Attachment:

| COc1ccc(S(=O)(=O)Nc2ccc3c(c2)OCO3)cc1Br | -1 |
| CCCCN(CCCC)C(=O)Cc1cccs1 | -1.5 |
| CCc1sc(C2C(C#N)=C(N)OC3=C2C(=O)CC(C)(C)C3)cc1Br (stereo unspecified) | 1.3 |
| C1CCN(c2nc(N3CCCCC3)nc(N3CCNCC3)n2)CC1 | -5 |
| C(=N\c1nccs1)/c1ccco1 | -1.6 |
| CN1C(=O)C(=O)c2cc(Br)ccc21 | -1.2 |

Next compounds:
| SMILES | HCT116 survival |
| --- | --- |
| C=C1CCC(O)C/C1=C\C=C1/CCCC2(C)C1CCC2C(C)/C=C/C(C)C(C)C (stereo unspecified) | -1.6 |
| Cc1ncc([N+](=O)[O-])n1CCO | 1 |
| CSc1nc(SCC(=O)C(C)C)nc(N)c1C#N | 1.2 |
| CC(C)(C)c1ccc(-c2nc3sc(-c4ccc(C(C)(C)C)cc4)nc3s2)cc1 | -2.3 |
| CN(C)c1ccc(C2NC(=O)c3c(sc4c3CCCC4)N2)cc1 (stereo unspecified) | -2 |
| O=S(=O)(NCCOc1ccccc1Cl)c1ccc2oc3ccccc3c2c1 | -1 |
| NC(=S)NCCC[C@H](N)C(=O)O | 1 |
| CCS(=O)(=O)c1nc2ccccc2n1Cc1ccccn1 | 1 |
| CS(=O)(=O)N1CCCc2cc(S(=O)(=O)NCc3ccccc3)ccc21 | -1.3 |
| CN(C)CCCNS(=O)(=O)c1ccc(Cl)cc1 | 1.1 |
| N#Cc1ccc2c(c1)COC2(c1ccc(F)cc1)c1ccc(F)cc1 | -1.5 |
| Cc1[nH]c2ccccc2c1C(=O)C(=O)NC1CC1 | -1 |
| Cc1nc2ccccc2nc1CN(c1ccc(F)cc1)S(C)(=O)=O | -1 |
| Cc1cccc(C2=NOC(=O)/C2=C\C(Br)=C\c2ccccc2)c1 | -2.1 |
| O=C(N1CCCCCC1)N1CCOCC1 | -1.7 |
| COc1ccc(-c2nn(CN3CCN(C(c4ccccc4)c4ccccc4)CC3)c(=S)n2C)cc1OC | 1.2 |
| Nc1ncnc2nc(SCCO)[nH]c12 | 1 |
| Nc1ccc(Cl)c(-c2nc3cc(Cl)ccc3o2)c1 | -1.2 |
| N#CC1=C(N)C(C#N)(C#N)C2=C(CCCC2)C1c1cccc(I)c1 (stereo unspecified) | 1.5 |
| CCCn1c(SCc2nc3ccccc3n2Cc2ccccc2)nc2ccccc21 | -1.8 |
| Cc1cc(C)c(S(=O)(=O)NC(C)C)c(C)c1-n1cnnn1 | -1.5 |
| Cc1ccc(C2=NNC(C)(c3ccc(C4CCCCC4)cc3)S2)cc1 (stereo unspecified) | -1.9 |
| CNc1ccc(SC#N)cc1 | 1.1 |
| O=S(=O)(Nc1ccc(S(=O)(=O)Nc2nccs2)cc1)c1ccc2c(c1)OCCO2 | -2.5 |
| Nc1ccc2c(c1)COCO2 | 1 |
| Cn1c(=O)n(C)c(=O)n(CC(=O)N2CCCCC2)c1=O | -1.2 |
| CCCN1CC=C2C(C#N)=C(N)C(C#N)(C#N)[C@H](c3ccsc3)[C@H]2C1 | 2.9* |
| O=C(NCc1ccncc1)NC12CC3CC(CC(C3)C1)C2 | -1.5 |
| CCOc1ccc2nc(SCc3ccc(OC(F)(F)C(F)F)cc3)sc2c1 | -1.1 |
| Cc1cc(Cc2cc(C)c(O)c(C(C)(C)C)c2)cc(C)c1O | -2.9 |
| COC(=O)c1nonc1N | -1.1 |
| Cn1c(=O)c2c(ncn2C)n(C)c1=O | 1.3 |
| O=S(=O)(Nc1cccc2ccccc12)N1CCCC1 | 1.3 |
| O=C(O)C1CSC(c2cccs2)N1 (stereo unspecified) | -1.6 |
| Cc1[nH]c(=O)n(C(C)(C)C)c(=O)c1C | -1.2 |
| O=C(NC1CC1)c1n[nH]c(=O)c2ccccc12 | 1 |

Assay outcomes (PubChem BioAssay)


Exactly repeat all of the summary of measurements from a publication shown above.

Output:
| COc1ccc(S(=O)(=O)Nc2ccc3c(c2)OCO3)cc1Br | -1 |
| CCCCN(CCCC)C(=O)Cc1cccs1 | -1.5 |
| CCc1sc(C2C(C#N)=C(N)OC3=C2C(=O)CC(C)(C)C3)cc1Br (stereo unspecified) | 1.3 |
| C1CCN(c2nc(N3CCCCC3)nc(N3CCNCC3)n2)CC1 | -5 |
| C(=N\c1nccs1)/c1ccco1 | -1.6 |
| CN1C(=O)C(=O)c2cc(Br)ccc21 | -1.2 |

Next compounds:
| SMILES | HCT116 survival |
| --- | --- |
| C=C1CCC(O)C/C1=C\C=C1/CCCC2(C)C1CCC2C(C)/C=C/C(C)C(C)C (stereo unspecified) | -1.6 |
| Cc1ncc([N+](=O)[O-])n1CCO | 1 |
| CSc1nc(SCC(=O)C(C)C)nc(N)c1C#N | 1.2 |
| CC(C)(C)c1ccc(-c2nc3sc(-c4ccc(C(C)(C)C)cc4)nc3s2)cc1 | -2.3 |
| CN(C)c1ccc(C2NC(=O)c3c(sc4c3CCCC4)N2)cc1 (stereo unspecified) | -2 |
| O=S(=O)(NCCOc1ccccc1Cl)c1ccc2oc3ccccc3c2c1 | -1 |
| NC(=S)NCCC[C@H](N)C(=O)O | 1 |
| CCS(=O)(=O)c1nc2ccccc2n1Cc1ccccn1 | 1 |
| CS(=O)(=O)N1CCCc2cc(S(=O)(=O)NCc3ccccc3)ccc21 | -1.3 |
| CN(C)CCCNS(=O)(=O)c1ccc(Cl)cc1 | 1.1 |
| N#Cc1ccc2c(c1)COC2(c1ccc(F)cc1)c1ccc(F)cc1 | -1.5 |
| Cc1[nH]c2ccccc2c1C(=O)C(=O)NC1CC1 | -1 |
| Cc1nc2ccccc2nc1CN(c1ccc(F)cc1)S(C)(=O)=O | -1 |
| Cc1cccc(C2=NOC(=O)/C2=C\C(Br)=C\c2ccccc2)c1 | -2.1 |
| O=C(N1CCCCCC1)N1CCOCC1 | -1.7 |
| COc1ccc(-c2nn(CN3CCN(C(c4ccccc4)c4ccccc4)CC3)c(=S)n2C)cc1OC | 1.2 |
| Nc1ncnc2nc(SCCO)[nH]c12 | 1 |
| Nc1ccc(Cl)c(-c2nc3cc(Cl)ccc3o2)c1 | -1.2 |
| N#CC1=C(N)C(C#N)(C#N)C2=C(CCCC2)C1c1cccc(I)c1 (stereo unspecified) | 1.5 |
| CCCn1c(SCc2nc3ccccc3n2Cc2ccccc2)nc2ccccc21 | -1.8 |
| Cc1cc(C)c(S(=O)(=O)NC(C)C)c(C)c1-n1cnnn1 | -1.5 |
| Cc1ccc(C2=NNC(C)(c3ccc(C4CCCCC4)cc3)S2)cc1 (stereo unspecified) | -1.9 |
| CNc1ccc(SC#N)cc1 | 1.1 |
| O=S(=O)(Nc1ccc(S(=O)(=O)Nc2nccs2)cc1)c1ccc2c(c1)OCCO2 | -2.5 |
| Nc1ccc2c(c1)COCO2 | 1 |
| Cn1c(=O)n(C)c(=O)n(CC(=O)N2CCCCC2)c1=O | -1.2 |
| CCCN1CC=C2C(C#N)=C(N)C(C#N)(C#N)[C@H](c3ccsc3)[C@H]2C1 | 2.9* |
| O=C(NCc1ccncc1)NC12CC3CC(CC(C3)C1)C2 | -1.5 |
| CCOc1ccc2nc(SCc3ccc(OC(F)(F)C(F)F)cc3)sc2c1 | -1.1 |
| Cc1cc(Cc2cc(C)c(O)c(C(C)(C)C)c2)cc(C)c1O | -2.9 |
| COC(=O)c1nonc1N | -1.1 |
| Cn1c(=O)c2c(ncn2C)n(C)c1=O | 1.3 |
| O=S(=O)(Nc1cccc2ccccc12)N1CCCC1 | 1.3 |
| O=C(O)C1CSC(c2cccs2)N1 (stereo unspecified) | -1.6 |
| Cc1[nH]c(=O)n(C(C)(C)C)c(=O)c1C | -1.2 |
| O=C(NC1CC1)c1n[nH]c(=O)c2ccccc12 | 1 |

Assay outcomes (PubChem BioAssay)